At some point, I'm not exactly sure when, I started telling something to people who told me they wanted to be a writer: "Is that something you want to spend at least an hour a day doing for the rest of your life, whether or not a single other living soul on God's green earth gives a damn? If so, get in line; there's a million others waiting." (That said, I couldn't present you with statistics about how many of them find another hobby after such a speech.)
If it sounds gauche of me to discourage other people, or if it sounds like I'm harboring some resentment of possible future competition, believe me, it isn't that. It's just that there are still staggering numbers of people who get into this game without the slightest idea of why. They think it's about validation of their ego, or about people patting them on the head for their originality or their ideas, and trust me, it's not about any of those things. It's about ...
Brad Warner recently linked to this essay in which a Zen master talks about one of the problems he sees with a lot of would-be prospective students. A great many of them, he reported, seem to have their priorities out of whack. They'll ask if they can go to Japan and do years of hard training, but they can't be bothered to show up at their neighborhood zendo to sit once a week; many of them often can't even be bothered to sit once a day on their own. Brad himself had commented on this tendency before, where he'd see people get all giddy over zazen after one sitting and then promptly do nothing afterwards.
Barring the usual behavior of people who are flakes and flit from one thing to another naturally, I think there's another motive at work: that of people who want to be praised for their intentions, rather than derive an inner reward from their actual behaviors.
I get this one a lot from the above-mentioned wanna-be writers. They want someone to tell them "Oh, you want to be a writer! That's excellent! Here, sit with me," and thus bask in the approval radiated by someone who to them constitutes an authority figure. What they don't want to do is actually put their ass in a chair and finish something, because that would be boring and uncool. They want the big rewards: fame, fortune, cachets of cool.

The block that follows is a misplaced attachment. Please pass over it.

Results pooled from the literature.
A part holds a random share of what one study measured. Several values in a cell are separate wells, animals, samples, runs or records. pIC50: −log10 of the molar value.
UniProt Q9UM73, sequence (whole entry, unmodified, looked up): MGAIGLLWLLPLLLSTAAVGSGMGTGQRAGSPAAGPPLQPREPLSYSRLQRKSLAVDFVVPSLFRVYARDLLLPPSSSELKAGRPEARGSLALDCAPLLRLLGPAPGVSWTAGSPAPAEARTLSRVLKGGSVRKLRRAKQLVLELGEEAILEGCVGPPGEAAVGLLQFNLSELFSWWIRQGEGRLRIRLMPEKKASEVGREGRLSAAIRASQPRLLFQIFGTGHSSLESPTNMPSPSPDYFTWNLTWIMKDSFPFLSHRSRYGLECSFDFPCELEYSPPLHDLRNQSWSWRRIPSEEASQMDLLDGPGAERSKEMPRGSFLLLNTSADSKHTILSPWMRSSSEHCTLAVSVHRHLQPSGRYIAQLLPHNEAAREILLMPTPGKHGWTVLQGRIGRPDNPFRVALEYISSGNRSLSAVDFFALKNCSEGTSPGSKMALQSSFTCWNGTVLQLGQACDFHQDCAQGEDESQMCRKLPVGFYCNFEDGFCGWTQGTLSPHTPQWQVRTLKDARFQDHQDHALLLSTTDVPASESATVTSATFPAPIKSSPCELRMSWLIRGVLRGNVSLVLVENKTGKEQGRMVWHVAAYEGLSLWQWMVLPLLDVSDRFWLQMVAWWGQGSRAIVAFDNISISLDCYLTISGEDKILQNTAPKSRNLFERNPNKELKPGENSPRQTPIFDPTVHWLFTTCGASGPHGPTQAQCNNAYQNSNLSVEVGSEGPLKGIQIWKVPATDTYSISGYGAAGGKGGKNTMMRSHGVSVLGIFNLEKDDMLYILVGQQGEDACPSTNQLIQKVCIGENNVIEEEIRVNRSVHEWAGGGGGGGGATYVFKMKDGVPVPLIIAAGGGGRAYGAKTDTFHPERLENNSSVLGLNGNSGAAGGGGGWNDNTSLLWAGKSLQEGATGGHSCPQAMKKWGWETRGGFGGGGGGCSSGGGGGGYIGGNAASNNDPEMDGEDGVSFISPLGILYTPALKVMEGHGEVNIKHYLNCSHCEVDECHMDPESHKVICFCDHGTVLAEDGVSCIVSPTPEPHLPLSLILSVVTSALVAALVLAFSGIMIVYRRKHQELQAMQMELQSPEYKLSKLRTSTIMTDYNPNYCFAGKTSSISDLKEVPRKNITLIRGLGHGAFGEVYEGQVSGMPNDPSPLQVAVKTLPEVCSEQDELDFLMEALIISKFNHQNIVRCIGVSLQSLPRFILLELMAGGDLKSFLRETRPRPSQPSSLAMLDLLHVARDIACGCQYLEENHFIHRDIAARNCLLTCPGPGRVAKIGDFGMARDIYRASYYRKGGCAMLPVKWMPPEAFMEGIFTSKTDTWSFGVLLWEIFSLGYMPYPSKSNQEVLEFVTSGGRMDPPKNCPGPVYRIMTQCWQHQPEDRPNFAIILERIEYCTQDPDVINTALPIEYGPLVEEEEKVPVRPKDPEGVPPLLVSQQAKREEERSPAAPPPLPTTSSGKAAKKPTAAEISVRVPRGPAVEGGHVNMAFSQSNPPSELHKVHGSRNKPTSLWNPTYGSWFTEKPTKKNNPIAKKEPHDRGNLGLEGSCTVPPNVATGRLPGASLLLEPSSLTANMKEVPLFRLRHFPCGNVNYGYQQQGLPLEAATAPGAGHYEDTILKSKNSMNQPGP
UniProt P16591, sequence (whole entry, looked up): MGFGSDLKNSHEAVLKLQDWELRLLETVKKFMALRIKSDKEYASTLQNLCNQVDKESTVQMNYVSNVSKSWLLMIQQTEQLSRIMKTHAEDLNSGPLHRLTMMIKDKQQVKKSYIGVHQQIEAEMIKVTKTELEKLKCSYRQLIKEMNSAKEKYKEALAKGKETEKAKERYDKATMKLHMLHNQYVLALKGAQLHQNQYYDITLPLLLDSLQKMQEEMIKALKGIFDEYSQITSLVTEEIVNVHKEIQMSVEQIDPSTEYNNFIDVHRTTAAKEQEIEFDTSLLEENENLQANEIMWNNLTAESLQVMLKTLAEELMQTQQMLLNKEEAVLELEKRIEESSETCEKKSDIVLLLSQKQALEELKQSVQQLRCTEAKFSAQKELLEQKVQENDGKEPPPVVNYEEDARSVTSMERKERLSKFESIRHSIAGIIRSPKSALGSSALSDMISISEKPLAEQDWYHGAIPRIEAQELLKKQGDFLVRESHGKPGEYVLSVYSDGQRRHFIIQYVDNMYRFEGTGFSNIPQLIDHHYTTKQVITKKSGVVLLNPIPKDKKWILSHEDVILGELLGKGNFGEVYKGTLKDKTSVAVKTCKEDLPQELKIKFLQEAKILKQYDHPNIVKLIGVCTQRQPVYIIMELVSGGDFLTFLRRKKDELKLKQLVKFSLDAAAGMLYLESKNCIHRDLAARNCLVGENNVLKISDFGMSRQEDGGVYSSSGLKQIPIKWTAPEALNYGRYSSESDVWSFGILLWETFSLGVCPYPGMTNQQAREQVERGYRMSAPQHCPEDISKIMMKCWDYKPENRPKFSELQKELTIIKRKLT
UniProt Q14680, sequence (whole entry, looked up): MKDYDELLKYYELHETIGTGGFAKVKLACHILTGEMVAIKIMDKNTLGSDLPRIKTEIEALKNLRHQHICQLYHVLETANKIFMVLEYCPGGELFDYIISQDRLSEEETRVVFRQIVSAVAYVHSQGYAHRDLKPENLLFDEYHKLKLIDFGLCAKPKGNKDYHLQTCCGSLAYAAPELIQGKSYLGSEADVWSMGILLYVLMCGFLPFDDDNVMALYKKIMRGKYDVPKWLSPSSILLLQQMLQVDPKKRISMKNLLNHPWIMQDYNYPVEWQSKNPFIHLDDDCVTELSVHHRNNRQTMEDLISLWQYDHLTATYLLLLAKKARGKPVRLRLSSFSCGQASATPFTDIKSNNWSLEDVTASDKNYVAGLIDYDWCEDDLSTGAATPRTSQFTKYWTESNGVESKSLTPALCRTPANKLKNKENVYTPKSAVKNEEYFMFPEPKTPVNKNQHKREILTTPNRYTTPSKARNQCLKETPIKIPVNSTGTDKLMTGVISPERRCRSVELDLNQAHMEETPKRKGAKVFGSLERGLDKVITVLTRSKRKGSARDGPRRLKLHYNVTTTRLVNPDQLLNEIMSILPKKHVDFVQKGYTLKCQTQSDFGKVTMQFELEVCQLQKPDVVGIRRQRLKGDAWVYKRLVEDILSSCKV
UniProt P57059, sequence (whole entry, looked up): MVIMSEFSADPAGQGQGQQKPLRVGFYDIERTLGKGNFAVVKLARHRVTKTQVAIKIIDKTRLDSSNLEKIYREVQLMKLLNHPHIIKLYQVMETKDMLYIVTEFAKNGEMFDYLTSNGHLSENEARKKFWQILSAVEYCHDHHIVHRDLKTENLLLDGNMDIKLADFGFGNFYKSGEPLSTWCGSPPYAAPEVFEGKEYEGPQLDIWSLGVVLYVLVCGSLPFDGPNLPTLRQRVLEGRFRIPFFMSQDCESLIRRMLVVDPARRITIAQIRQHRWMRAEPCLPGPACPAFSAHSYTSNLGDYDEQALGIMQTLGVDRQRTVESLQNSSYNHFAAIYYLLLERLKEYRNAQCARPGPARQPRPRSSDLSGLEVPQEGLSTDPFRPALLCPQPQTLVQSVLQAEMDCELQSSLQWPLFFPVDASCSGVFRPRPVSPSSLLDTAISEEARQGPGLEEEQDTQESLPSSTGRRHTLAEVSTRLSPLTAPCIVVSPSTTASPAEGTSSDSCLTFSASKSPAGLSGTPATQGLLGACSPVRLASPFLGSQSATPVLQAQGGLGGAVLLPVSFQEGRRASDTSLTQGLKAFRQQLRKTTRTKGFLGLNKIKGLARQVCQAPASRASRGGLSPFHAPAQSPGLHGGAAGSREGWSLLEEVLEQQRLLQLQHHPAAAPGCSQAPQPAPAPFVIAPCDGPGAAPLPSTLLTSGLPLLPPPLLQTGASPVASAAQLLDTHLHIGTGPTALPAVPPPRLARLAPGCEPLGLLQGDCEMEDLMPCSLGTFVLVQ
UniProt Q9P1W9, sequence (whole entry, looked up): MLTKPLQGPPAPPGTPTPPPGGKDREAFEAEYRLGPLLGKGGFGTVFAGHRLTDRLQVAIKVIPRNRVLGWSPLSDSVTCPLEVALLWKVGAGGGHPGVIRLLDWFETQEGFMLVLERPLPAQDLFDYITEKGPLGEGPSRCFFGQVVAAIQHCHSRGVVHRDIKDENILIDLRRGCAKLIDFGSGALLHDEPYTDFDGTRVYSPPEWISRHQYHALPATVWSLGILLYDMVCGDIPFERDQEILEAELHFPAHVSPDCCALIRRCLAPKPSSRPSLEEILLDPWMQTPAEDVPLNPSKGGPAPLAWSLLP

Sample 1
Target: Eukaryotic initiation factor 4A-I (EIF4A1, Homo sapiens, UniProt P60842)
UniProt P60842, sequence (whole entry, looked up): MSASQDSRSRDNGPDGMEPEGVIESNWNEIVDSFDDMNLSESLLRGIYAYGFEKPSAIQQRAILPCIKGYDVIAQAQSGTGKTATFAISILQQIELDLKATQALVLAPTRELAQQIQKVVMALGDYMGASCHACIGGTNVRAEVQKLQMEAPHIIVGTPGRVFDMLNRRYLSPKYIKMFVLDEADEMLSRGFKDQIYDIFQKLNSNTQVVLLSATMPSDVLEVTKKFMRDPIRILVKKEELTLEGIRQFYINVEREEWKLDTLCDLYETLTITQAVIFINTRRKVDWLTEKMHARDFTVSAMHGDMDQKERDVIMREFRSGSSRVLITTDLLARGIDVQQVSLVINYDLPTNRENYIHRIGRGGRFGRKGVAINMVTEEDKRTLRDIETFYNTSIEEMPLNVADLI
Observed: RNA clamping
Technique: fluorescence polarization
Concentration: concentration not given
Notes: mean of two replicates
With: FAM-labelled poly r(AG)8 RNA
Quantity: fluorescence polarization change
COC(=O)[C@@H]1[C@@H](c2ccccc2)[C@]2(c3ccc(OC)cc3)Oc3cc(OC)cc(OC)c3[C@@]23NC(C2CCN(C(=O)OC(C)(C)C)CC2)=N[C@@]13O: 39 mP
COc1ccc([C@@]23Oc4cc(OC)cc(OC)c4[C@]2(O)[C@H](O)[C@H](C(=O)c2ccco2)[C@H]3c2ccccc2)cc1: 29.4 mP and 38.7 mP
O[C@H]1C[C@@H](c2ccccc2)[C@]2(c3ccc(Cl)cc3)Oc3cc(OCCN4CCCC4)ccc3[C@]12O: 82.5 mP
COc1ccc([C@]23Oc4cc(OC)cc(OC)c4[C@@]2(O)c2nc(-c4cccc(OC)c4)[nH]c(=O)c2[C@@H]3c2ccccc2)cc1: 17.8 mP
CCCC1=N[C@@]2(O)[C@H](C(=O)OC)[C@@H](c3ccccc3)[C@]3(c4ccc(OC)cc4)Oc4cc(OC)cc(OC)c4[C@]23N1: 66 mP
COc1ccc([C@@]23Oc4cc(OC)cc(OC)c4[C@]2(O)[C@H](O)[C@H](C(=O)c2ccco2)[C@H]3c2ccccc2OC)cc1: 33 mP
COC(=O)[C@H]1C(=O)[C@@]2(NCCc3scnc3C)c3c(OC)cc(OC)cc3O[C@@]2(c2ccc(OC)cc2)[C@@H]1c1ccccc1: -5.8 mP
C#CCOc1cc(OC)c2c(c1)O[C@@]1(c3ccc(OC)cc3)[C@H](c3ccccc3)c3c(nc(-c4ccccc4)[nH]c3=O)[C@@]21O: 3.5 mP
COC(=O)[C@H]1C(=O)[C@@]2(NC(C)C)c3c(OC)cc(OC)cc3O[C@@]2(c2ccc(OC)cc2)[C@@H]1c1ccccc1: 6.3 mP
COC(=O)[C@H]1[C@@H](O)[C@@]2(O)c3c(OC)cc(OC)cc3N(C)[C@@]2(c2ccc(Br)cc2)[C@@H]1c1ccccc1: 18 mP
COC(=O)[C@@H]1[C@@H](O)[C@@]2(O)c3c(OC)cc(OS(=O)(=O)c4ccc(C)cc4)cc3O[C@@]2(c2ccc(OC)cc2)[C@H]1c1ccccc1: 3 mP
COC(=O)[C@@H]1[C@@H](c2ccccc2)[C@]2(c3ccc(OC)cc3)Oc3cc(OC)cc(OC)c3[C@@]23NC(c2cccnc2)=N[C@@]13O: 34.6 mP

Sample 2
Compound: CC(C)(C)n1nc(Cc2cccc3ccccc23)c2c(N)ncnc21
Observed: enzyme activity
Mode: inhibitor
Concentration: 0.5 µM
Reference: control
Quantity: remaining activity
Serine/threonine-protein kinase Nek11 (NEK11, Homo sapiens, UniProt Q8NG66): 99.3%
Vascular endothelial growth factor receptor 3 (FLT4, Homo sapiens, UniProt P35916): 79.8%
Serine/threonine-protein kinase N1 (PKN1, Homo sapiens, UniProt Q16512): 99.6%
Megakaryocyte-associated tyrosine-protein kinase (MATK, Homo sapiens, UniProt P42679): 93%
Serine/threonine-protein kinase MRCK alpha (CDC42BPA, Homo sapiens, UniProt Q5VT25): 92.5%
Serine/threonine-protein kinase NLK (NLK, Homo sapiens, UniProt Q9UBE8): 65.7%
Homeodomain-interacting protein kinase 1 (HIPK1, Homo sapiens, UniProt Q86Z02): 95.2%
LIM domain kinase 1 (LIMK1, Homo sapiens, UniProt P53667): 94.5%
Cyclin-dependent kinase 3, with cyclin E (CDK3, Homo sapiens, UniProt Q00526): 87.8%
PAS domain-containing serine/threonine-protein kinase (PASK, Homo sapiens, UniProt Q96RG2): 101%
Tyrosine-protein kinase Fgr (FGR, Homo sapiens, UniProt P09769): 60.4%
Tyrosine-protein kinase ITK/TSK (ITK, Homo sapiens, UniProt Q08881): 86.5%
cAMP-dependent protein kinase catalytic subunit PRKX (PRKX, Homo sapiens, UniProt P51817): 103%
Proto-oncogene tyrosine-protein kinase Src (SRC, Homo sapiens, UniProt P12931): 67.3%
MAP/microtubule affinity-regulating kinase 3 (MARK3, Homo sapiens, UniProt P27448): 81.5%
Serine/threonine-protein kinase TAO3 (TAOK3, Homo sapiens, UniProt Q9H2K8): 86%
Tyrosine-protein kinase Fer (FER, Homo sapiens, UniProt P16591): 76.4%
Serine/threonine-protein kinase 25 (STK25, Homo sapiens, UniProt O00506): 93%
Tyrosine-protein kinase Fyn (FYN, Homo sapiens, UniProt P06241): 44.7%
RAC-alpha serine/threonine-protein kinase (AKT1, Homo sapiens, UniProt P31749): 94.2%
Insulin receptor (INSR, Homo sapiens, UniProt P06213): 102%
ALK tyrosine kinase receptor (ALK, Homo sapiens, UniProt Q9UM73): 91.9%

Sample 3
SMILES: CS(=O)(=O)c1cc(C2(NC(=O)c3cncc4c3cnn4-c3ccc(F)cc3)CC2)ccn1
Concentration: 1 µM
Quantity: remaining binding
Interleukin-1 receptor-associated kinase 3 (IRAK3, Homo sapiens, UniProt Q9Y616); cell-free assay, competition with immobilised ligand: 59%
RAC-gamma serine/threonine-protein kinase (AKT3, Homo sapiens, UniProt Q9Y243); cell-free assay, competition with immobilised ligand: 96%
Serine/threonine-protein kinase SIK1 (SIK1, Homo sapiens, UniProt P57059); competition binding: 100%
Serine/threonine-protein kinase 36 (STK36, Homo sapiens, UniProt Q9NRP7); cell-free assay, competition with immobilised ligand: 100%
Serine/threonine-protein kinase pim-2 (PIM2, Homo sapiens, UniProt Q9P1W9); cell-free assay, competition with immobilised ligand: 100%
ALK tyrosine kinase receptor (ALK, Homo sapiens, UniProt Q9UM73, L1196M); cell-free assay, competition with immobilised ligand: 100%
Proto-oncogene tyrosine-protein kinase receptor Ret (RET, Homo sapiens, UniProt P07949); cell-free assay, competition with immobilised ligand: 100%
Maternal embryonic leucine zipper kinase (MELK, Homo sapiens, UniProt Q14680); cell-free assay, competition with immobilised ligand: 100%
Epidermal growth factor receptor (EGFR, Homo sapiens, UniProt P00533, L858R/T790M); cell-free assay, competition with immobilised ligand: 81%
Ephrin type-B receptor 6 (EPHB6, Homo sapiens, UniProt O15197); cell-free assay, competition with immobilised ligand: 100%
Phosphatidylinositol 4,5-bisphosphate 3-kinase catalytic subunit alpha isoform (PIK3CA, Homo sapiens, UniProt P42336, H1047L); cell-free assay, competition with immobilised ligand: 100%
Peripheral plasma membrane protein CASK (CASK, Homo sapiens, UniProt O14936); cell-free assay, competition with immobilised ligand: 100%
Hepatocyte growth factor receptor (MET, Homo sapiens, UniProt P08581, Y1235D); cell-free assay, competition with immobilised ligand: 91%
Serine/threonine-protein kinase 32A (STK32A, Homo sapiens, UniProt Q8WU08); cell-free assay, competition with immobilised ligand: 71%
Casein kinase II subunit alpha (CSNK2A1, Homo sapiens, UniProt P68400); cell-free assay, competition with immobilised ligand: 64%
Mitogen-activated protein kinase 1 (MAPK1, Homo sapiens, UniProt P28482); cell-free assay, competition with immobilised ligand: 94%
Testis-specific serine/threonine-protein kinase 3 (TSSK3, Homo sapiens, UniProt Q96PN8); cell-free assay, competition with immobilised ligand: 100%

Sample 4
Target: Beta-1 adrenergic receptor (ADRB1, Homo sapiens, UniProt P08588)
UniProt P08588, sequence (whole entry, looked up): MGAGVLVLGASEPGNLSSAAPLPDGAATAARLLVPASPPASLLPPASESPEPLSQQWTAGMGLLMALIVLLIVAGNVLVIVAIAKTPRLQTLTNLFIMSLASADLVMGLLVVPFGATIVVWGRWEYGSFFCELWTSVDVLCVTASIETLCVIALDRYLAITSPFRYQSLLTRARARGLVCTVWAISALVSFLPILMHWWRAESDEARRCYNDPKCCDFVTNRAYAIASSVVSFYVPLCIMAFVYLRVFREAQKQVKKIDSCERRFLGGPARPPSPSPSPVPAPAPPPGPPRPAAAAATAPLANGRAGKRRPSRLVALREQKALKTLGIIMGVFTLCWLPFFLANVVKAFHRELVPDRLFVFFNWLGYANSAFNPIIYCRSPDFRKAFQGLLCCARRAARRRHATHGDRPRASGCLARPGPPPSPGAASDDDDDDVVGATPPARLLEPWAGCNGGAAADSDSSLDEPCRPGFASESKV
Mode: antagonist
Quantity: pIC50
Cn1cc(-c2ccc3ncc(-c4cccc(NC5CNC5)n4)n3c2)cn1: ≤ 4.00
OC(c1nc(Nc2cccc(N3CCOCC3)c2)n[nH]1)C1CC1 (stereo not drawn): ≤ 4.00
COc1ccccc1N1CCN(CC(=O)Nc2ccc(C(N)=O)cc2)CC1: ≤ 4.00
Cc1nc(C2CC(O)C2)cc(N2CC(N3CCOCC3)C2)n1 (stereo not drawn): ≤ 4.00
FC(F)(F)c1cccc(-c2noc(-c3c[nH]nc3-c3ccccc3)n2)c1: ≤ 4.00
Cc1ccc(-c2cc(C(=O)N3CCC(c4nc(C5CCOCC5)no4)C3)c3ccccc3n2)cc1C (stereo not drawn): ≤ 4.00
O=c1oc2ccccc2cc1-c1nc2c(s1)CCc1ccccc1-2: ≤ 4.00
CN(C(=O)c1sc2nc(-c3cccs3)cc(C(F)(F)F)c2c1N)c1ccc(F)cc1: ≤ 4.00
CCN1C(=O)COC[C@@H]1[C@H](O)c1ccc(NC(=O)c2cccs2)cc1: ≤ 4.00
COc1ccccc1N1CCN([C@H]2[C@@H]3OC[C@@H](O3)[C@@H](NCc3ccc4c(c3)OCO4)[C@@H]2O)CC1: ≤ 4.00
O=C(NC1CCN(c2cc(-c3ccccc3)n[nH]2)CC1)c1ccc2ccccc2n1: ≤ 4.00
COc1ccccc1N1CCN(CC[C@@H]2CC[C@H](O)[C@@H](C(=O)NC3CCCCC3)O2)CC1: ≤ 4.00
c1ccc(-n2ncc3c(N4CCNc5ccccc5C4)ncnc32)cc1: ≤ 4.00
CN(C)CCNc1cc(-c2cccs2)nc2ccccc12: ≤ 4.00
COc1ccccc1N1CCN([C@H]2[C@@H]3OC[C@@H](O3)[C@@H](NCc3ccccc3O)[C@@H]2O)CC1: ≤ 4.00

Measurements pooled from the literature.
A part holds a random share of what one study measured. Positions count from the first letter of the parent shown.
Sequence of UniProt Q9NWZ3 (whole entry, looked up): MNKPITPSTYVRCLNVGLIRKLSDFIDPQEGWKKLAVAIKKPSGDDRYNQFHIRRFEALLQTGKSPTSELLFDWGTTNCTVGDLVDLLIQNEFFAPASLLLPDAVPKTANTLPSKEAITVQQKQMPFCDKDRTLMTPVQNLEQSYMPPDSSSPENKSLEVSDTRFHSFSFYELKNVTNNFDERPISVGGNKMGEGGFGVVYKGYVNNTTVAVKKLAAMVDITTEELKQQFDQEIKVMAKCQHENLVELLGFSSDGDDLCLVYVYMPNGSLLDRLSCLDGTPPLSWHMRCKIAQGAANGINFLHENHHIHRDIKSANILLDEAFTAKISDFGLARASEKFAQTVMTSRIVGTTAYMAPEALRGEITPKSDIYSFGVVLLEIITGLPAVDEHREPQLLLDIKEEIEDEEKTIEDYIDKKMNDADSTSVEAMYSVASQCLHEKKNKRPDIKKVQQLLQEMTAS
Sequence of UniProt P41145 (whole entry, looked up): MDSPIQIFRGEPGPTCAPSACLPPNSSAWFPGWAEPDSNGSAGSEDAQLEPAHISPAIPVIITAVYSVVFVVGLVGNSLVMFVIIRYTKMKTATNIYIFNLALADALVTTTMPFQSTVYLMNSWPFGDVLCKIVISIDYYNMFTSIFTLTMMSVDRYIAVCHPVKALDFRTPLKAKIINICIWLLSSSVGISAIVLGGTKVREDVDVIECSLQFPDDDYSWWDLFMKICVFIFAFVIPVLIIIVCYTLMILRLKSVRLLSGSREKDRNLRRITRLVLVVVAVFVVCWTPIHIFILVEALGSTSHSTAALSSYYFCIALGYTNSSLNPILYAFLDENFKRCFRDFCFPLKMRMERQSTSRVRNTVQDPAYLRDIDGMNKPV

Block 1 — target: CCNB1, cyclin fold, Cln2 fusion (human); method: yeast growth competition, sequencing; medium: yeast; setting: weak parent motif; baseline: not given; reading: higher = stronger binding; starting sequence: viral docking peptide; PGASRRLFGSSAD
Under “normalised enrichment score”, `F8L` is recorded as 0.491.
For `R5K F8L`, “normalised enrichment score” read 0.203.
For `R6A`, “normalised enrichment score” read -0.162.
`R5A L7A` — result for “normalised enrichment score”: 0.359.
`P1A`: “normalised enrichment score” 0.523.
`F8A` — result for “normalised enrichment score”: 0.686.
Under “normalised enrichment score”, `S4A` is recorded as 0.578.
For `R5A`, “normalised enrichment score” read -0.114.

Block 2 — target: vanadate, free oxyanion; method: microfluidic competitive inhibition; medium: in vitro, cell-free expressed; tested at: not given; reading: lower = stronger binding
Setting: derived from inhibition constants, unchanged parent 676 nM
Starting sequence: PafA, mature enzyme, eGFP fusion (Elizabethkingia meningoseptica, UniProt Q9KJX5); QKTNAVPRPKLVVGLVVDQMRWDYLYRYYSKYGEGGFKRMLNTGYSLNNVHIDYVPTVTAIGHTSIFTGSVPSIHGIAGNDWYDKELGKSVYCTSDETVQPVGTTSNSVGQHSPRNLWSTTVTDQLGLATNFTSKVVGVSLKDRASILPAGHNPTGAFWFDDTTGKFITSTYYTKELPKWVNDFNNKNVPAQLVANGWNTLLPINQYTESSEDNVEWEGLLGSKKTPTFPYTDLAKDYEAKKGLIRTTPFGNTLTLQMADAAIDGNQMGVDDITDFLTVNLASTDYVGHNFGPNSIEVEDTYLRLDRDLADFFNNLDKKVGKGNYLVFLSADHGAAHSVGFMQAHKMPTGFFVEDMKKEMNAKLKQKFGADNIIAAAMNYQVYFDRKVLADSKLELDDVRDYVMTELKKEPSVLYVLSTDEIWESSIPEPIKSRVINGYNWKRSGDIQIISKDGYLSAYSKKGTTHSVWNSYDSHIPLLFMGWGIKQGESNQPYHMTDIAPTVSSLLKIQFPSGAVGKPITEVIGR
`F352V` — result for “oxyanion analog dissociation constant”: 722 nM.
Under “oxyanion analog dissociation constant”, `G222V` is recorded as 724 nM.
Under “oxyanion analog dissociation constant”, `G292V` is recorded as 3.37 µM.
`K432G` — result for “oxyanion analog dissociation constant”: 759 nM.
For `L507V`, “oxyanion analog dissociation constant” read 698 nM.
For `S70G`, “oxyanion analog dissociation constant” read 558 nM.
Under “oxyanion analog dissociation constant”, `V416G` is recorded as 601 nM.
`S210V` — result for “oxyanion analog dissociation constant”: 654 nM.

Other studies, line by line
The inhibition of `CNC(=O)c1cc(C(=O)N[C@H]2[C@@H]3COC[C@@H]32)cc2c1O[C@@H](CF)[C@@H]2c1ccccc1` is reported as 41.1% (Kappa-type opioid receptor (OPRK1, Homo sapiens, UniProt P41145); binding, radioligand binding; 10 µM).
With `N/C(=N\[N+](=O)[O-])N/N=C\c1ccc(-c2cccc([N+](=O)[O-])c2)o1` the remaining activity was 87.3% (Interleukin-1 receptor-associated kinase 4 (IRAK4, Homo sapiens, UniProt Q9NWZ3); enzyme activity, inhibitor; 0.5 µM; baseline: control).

Never mind that those rewards come to some impossibly minuscule percentage of people who write, and who are typically thus rewarded because they have found a very salable way to flatter people of already-minimal imagination. Their motives are wrong. They aren't interested in the reward and the motivation that actually matters: writing something and finishing it.
Or, if they do put their ass in a chair and finish something, they don't want the act of writing to be its own reward. They get resentful if someone tells them, no, that idea is facile and implausible, you need to rethink it. They remain stuck in expert beginner mode.
Getting published and getting an audience is a nice bonus, and it's worth pursuing. But not because you want those things as the primary goal; those are handy by-products, like the fact that you can eat at the diner across the street from the car shop while you get your oil changed and your tire rotated. You don't go get your car serviced just so you can enjoy their scrambled eggs and raisin toast.
Time and again I think back to what Henry Rollins once said about his own work — that he was "just pretentious enough" to put it into print and get it out there for people to read. I always liked that phrase, and after reflecting back on what I just wrote here, I think I see why. The part he felt was pretentious wasn't the writing itself, but how seriously it needed to be taken in the eyes of others. In his own eyes, making the stuff was never something you could take too seriously. Maybe it was the only thing that mattered.
Other Lives Of The Mind